Executive Protection Lessons Learned

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Hard Lessons Learned in Executive Protection

The United States recently mourned the 50th anniversary of the killing of a President and executive protection specialists were also reminded of some hard lessons learned.

In the 50 years since the assassination of President John F. Kennedy, the U.S. Secret Service took the lessons of that tragedy to heart and vowed to never repeat them. Among the changes to procedure was the elimination of the open limousine for motorcades. While this change may seem like a “no-brainer”, it was not as simple for the secret service to demand as it may appear.

Presidents, dignitaries, and all other politicians earn far more political capital when they can meet the people they serve up close and personal instead of being on the other side of a television screen. This was as true, maybe even more so, 50 years ago as it is today. However, up close and personal to a crowd full of possible attackers is a security nightmare.

Executive Protection Requirements Need to Balance With Politics

Executive Protection

For better or for worse, the 1963 murder of JFK gave the Secret Service needed leverage with the White House political operatives. Executive protection was given a higher priority and security personnel were able to become more proactive in dealing with potential threats. The unfortunate fact of the matter is that it took such a terrible incident to highlight the need for Presidential security.

As any executive protection or other security professional will attest, it often takes an incident for most clients to really see the need for security and balance it with costs and politics.

The Kennedy example is a valuable lesson for any professional in executive protection services: often the protected individual or family is unaware of the measures necessary to ensure their safety. In this blissful ignorance, they may push back when inconvenient or uncomfortable circumstances might be imposed.¬†For example, video surveillance or the presence of security personnel may impinge on family privacy. Likewise, sweeping a room for explosive devices or unauthorized recorders could delay a busy executive’s board meeting or social function.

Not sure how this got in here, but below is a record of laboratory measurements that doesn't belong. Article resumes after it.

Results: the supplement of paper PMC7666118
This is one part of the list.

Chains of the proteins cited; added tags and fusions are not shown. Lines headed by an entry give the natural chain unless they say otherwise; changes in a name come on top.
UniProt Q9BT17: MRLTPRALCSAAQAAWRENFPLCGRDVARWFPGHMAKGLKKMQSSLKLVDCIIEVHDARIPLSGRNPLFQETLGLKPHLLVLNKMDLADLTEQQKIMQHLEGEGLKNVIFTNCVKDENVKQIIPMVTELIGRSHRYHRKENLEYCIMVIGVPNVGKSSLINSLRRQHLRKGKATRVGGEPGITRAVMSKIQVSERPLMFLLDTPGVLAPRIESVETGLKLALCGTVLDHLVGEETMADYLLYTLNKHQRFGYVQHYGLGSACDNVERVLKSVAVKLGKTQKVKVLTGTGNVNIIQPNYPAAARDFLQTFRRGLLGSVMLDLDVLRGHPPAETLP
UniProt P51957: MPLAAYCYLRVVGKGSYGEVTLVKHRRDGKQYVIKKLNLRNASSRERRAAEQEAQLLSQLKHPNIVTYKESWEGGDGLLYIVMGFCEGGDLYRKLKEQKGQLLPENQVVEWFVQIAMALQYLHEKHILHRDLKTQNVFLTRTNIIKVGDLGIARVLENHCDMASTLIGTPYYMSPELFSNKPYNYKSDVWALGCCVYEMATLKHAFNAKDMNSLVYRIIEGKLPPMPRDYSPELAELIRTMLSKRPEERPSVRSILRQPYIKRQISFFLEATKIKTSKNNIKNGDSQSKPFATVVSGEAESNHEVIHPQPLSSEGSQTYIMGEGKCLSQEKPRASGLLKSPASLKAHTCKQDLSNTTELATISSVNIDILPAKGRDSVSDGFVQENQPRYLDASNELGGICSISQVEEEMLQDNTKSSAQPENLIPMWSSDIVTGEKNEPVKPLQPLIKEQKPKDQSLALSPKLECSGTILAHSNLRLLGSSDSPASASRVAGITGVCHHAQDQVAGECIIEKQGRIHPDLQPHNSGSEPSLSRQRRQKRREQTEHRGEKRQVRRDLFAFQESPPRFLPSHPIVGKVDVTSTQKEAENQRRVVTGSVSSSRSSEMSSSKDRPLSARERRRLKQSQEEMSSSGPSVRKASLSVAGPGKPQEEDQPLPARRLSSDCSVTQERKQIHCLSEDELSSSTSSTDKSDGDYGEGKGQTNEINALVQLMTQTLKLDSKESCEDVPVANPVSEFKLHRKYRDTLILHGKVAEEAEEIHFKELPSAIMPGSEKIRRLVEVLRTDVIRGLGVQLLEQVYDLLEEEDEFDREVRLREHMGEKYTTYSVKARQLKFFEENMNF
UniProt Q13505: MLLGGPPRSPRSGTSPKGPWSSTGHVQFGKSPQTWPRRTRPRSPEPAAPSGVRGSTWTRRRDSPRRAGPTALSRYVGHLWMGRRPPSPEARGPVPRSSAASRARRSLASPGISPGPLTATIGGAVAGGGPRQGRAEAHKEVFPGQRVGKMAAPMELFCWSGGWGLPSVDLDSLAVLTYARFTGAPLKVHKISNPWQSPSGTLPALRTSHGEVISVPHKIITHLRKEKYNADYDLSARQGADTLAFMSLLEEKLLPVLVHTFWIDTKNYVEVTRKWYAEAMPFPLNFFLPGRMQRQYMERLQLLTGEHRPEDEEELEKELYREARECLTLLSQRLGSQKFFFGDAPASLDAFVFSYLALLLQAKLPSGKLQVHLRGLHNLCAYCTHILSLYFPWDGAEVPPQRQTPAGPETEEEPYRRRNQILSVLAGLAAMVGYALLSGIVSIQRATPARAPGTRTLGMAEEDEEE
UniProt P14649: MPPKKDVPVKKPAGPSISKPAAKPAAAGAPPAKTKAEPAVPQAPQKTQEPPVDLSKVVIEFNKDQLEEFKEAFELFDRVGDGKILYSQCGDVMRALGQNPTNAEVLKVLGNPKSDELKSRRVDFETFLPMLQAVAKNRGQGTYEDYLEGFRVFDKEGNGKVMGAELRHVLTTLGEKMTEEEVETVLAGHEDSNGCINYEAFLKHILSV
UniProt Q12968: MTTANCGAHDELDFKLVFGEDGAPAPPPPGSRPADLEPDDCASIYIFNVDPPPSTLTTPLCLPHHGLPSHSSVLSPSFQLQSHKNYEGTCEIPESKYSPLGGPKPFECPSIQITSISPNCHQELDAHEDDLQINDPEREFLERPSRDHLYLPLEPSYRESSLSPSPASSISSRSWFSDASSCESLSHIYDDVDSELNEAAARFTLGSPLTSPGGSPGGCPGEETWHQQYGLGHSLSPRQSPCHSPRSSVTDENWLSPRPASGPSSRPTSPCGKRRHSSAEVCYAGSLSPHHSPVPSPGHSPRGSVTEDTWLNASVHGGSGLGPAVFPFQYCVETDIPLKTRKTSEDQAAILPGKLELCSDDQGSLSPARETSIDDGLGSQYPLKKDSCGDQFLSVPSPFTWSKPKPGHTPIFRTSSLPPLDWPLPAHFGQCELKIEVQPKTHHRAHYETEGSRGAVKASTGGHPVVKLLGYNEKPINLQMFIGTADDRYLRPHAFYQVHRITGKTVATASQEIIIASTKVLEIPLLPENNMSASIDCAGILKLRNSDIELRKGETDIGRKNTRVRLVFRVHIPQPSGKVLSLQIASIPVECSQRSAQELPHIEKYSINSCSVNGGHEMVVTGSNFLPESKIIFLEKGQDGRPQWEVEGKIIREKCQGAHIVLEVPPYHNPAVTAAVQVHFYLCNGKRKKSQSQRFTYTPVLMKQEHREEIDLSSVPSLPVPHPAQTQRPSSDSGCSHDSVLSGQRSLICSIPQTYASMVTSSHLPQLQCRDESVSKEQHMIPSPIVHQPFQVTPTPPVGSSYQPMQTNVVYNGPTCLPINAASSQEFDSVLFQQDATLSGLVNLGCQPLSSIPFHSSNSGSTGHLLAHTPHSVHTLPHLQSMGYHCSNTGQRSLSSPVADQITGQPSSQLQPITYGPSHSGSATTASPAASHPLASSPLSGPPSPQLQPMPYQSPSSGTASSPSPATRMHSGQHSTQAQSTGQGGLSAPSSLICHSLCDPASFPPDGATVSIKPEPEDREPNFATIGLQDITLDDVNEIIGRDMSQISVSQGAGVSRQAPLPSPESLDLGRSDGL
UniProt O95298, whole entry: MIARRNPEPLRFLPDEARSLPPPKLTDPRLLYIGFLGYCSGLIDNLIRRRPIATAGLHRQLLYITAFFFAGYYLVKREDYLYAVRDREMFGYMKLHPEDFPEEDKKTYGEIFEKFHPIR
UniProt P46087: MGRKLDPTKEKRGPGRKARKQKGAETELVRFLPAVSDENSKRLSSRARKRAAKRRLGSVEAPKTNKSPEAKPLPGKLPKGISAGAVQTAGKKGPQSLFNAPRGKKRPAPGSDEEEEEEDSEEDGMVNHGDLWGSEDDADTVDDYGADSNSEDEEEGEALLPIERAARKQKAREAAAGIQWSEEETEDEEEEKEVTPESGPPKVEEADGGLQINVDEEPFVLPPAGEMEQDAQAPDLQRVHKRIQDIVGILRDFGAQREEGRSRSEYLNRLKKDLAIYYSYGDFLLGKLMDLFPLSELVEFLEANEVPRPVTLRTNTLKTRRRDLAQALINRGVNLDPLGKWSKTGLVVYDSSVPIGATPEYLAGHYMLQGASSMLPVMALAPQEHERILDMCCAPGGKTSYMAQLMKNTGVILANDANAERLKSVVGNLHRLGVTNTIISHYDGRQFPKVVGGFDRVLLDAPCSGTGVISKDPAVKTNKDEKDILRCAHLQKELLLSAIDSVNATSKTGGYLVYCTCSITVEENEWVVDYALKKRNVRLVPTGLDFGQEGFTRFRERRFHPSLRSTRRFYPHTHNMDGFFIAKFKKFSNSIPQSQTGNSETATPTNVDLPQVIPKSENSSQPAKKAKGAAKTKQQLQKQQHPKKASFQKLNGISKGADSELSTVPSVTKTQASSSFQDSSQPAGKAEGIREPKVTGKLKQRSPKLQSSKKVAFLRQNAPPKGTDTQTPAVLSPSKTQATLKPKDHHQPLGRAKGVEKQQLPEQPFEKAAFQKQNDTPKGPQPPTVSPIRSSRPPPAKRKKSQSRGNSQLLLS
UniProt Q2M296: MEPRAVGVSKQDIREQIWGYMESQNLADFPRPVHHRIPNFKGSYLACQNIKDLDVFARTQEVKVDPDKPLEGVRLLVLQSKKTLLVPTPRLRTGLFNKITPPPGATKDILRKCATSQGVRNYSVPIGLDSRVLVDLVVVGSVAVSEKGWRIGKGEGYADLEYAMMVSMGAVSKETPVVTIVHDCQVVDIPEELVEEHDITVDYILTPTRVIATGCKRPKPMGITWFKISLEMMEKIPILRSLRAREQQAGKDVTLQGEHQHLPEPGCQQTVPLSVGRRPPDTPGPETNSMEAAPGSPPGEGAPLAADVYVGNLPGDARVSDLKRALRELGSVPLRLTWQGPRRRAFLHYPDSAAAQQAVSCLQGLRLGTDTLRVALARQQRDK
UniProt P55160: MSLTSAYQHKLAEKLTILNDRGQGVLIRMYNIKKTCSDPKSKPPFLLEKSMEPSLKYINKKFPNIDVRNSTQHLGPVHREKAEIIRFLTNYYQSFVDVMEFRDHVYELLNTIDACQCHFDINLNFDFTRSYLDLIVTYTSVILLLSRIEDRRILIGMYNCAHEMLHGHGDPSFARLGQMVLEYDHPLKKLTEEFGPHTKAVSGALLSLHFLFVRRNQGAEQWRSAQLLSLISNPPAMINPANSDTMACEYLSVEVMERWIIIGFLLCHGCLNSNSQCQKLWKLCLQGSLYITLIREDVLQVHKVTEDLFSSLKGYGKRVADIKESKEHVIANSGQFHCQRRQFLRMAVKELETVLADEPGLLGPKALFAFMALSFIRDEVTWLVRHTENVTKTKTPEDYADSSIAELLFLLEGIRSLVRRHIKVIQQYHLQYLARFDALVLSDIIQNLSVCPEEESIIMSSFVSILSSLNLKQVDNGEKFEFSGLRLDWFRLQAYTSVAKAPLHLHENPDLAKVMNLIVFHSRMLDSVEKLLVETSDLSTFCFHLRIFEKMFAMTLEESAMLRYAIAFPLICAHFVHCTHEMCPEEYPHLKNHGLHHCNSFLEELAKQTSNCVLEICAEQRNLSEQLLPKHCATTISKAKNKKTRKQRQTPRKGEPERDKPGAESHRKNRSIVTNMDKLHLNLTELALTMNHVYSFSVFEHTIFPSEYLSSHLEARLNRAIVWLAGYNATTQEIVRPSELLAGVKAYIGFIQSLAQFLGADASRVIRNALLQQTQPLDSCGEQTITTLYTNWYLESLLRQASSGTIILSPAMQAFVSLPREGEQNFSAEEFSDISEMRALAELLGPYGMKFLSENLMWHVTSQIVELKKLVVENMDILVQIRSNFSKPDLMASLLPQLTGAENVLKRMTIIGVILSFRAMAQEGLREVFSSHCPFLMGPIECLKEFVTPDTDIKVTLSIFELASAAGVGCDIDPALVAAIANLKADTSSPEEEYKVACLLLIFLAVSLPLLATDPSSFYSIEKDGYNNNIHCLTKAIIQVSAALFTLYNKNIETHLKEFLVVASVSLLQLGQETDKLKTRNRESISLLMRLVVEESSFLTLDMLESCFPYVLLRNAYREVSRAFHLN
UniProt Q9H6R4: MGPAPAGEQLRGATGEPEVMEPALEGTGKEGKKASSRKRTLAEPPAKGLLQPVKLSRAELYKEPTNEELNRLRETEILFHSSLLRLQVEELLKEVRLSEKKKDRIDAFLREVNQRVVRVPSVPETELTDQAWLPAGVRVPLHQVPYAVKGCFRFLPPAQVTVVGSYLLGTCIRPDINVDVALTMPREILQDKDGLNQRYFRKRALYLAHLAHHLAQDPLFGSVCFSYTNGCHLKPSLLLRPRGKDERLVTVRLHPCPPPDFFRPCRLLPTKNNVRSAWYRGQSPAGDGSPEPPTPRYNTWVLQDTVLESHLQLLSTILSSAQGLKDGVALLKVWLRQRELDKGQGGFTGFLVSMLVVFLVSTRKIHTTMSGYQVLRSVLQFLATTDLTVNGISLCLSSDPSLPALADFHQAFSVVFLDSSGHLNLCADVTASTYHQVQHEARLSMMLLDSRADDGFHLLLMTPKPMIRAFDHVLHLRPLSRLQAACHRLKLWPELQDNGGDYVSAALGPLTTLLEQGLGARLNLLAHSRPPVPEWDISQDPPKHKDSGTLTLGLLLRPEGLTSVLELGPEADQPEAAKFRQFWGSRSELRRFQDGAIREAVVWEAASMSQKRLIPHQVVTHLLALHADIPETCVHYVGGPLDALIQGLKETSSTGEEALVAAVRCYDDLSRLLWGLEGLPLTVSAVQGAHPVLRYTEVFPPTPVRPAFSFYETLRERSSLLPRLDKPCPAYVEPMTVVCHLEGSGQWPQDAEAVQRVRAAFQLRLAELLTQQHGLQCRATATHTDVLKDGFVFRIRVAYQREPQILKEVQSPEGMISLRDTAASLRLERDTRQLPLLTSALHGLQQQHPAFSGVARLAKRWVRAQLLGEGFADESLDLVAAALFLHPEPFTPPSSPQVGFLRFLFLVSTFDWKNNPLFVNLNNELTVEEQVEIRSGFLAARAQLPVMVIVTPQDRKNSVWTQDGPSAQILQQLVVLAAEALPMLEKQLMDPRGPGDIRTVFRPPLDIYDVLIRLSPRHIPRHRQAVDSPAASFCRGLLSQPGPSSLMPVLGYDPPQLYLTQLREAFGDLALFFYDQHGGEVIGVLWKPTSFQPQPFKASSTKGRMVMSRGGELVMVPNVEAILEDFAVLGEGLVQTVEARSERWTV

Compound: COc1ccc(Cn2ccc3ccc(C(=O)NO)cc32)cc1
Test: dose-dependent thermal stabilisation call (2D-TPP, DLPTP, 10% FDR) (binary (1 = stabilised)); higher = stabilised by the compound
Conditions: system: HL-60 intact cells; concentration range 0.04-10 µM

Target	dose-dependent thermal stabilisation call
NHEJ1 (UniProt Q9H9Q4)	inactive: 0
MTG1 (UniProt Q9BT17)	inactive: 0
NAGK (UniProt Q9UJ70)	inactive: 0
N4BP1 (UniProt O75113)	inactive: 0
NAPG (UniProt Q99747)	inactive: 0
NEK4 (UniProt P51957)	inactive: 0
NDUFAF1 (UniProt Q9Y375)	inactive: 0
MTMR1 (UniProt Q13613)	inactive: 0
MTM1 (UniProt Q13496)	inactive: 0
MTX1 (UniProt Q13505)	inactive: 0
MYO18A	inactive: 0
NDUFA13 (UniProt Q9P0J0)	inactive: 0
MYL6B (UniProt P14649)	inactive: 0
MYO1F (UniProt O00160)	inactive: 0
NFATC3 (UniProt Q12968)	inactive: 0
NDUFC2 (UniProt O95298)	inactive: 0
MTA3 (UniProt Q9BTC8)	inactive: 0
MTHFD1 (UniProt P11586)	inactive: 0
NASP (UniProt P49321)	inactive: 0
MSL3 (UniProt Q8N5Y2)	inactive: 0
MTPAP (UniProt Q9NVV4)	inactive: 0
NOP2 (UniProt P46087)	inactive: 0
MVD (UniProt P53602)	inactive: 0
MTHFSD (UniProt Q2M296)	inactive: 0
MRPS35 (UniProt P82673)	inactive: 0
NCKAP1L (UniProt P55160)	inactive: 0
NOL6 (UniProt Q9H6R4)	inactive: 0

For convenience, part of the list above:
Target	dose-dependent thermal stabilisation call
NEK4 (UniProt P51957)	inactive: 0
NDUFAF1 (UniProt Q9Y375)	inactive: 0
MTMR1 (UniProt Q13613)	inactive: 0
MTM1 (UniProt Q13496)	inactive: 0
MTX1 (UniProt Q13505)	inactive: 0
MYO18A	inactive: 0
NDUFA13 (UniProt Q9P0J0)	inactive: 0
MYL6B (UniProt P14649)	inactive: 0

One of the duties of a good executive protection detail leader or other security professional is to educate clients about the threats they face, and how security procedures reduce those risks. In some cases, this may take some rationalization where the detail leader makes the client aware of the worst case scenario. This is done to create some level of what many in the security industry call “healthy paranoia”.

Executive Protection Agents Need to Keep Up with Trends In Technology and Focus on Intelligence

Trends over the past decades further inform modern security providers about the need for preventive, as well as reactive, designs for those high-profile targets in their charge. Knowing about the client and his or her lifestyle is a crucial first component. Whereas in JFK’s day, telephone usage meant land lines exclusively, contemporary cellular devices give executives instant access to partners and subordinates‚Ķbut can also inadvertently reveal conversations and whereabouts to potential predators. Changes in technology and culture present new threats and challenges for the Secret Service and other executive protection services with high-profile clients.

On the flip side, cell phones can also be used to remotely detonate bombs, as in the case of the Boston Marathon bombing in April of 2013. Executive protection services must install and review encryption software in phones, laptops and other mobile devices on a regular basis. Conversely, even today security professionals are following the progress of military research related to technology that can identify unauthorized cell phones at a given location.

Technology aside, protectors need up to the minute intelligence if they are to execute their tasks effectively. This means access to their clients’ social networks and Rolodex; research on their neighbors, colleagues and competitors; and an understanding of the client’s significance and the consequences of untimely demise. Video cameras, house alarms and human shields can only go so far without a thorough knowledge of the threat. As the threat grows, so too must the knowledge.

Executive protection specialists can learn many lessons from the JFK assassination.

Precision Risk Management Group specializes in corporate executive protection services.

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